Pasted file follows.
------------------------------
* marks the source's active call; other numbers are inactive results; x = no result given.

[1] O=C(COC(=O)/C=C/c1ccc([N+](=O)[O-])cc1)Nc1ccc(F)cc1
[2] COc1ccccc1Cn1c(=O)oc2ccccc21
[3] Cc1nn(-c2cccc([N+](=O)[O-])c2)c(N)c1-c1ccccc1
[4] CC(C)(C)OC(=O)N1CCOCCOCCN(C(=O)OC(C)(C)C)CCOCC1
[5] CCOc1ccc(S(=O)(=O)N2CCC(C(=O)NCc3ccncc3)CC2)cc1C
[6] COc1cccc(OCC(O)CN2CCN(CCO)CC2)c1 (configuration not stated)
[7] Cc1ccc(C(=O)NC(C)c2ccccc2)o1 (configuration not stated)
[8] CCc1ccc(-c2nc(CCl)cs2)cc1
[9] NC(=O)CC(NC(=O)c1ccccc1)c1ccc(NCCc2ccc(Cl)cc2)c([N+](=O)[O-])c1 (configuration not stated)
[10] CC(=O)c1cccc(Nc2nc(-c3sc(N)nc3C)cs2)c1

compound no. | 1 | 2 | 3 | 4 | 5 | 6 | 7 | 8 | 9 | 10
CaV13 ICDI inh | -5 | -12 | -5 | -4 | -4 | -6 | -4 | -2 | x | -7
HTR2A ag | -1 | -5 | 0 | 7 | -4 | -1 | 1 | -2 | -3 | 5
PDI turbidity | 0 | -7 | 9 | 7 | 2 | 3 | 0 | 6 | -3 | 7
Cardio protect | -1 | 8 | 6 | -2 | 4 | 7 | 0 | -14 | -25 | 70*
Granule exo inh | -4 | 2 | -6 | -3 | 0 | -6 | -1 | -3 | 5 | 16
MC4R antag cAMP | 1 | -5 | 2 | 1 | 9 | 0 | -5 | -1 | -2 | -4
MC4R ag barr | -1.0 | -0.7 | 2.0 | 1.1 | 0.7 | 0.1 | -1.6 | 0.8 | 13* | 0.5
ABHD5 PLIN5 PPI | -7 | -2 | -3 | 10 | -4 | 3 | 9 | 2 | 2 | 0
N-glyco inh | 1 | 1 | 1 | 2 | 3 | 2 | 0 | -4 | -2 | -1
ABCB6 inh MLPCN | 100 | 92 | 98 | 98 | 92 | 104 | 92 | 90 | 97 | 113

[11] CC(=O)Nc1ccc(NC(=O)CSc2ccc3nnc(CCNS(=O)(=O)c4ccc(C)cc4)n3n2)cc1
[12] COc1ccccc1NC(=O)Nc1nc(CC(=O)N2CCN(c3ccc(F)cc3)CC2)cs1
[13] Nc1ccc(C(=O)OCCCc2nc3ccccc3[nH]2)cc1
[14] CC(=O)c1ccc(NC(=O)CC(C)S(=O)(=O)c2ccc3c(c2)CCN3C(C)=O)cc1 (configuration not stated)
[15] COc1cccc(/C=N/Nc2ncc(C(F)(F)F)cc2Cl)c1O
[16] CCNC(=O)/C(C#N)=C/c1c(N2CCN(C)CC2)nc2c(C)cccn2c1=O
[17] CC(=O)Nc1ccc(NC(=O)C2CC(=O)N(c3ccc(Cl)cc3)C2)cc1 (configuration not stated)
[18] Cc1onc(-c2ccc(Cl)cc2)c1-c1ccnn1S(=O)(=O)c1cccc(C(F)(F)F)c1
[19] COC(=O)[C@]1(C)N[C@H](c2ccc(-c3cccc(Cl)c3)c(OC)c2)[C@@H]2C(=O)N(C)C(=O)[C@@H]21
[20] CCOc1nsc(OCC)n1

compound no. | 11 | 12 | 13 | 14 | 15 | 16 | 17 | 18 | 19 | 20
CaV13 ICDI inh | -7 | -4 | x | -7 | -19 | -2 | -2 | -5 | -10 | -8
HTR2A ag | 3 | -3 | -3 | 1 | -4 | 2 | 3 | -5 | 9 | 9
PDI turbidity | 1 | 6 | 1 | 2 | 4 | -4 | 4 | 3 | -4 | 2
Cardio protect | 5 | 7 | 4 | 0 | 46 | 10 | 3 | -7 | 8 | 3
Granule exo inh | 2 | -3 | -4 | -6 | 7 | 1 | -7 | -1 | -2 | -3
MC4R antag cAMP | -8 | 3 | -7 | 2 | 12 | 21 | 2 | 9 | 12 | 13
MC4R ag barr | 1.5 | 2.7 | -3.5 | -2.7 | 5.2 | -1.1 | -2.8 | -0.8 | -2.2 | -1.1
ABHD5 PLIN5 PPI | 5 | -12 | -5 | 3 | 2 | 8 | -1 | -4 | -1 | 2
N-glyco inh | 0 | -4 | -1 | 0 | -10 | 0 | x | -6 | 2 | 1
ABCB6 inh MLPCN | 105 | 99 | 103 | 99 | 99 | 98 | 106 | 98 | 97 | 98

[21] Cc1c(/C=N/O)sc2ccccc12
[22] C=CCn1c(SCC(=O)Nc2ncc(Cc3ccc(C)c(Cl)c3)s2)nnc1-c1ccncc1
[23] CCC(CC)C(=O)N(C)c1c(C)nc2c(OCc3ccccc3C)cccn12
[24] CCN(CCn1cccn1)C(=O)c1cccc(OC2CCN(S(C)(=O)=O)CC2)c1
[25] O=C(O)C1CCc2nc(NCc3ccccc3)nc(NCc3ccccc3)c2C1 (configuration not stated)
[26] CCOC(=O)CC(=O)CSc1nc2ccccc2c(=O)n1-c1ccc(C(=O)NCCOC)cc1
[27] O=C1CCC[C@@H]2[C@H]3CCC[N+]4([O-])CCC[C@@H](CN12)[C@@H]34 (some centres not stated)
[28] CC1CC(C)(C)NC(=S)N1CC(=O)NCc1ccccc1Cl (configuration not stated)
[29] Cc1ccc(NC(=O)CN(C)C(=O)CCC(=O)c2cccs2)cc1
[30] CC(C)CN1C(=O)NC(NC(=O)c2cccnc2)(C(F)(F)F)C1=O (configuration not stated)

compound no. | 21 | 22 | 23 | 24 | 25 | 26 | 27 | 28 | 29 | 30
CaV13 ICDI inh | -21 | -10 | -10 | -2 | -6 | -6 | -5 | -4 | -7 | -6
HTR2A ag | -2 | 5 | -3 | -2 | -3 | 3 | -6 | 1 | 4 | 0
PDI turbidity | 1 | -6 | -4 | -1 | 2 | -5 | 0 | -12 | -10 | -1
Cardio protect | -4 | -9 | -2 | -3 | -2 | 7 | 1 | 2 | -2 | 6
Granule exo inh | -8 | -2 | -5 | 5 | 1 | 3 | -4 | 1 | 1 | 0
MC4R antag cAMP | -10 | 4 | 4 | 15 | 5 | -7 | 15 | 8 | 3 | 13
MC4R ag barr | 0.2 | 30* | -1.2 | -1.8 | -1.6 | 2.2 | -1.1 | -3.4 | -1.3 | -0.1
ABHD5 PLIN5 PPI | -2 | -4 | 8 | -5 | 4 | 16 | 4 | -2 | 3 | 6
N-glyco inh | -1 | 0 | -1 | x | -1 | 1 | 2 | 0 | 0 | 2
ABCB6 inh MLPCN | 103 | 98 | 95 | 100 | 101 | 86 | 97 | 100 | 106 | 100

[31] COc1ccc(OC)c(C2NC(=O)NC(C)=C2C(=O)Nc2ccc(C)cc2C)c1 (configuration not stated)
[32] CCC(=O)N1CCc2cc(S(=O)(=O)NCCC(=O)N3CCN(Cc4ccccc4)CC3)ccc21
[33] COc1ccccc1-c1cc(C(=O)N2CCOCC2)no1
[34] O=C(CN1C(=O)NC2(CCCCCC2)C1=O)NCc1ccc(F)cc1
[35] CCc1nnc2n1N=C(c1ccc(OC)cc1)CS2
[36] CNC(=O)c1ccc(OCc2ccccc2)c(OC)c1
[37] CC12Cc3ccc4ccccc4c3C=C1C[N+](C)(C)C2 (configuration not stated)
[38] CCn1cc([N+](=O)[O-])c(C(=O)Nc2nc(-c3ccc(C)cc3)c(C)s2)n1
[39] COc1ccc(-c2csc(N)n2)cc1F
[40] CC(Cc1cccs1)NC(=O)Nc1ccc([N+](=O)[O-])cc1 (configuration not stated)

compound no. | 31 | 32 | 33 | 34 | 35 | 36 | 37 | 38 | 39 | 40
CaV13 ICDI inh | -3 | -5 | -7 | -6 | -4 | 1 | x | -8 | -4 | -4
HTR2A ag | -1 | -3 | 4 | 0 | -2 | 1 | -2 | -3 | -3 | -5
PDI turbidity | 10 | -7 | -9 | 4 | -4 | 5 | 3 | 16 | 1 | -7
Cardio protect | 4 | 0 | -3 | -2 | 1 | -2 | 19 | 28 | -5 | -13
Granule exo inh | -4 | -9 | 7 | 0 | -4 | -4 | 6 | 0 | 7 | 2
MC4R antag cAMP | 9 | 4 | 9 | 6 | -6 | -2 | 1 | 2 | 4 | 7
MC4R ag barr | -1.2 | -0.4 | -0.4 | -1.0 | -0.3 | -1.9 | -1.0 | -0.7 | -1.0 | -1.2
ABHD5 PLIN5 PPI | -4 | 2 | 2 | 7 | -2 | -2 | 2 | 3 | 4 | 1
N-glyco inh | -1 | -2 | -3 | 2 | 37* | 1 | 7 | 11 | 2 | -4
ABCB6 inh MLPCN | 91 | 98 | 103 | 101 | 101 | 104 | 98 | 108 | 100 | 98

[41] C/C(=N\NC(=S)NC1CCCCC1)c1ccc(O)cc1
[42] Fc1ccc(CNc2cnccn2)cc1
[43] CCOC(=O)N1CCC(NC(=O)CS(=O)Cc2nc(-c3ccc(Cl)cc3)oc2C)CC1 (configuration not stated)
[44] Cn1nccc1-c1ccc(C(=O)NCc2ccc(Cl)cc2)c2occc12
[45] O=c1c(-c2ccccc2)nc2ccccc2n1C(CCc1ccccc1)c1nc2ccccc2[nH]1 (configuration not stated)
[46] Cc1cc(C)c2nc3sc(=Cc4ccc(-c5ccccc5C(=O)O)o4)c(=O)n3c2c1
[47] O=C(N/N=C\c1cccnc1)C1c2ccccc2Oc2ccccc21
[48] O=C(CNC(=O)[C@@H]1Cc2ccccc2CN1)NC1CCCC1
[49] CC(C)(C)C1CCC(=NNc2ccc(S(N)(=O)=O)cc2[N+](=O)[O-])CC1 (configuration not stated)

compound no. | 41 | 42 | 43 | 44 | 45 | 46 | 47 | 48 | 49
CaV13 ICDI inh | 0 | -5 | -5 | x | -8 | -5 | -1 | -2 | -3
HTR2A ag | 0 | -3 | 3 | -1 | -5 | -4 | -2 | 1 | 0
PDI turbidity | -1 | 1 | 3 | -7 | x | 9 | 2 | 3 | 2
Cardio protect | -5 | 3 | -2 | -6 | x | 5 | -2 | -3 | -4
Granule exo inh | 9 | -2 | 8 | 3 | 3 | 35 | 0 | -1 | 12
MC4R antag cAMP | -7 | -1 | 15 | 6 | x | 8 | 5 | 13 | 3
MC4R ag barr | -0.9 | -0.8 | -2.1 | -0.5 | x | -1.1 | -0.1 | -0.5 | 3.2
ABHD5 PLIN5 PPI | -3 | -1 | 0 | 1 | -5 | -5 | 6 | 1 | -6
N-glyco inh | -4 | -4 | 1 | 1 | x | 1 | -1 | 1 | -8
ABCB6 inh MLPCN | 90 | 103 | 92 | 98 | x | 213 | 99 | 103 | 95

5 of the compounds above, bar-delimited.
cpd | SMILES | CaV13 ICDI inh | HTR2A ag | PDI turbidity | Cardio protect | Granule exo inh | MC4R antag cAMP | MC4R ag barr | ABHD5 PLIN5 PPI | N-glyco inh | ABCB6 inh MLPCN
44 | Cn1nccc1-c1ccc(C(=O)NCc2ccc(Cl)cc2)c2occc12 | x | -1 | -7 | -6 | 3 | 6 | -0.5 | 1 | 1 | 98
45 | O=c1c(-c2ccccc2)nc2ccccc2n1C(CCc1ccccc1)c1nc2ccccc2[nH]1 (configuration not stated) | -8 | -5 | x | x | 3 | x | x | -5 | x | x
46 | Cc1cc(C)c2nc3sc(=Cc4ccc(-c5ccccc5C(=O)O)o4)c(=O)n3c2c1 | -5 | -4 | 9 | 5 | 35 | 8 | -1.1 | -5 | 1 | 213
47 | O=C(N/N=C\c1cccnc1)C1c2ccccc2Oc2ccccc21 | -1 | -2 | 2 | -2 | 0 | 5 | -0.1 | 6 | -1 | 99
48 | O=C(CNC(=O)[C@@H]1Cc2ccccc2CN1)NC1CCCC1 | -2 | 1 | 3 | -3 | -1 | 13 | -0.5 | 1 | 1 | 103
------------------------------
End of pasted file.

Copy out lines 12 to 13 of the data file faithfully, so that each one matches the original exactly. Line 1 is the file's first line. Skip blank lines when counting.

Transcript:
compound no. | 1 | 2 | 3 | 4 | 5 | 6 | 7 | 8 | 9 | 10
CaV13 ICDI inh | -5 | -12 | -5 | -4 | -4 | -6 | -4 | -2 | x | -7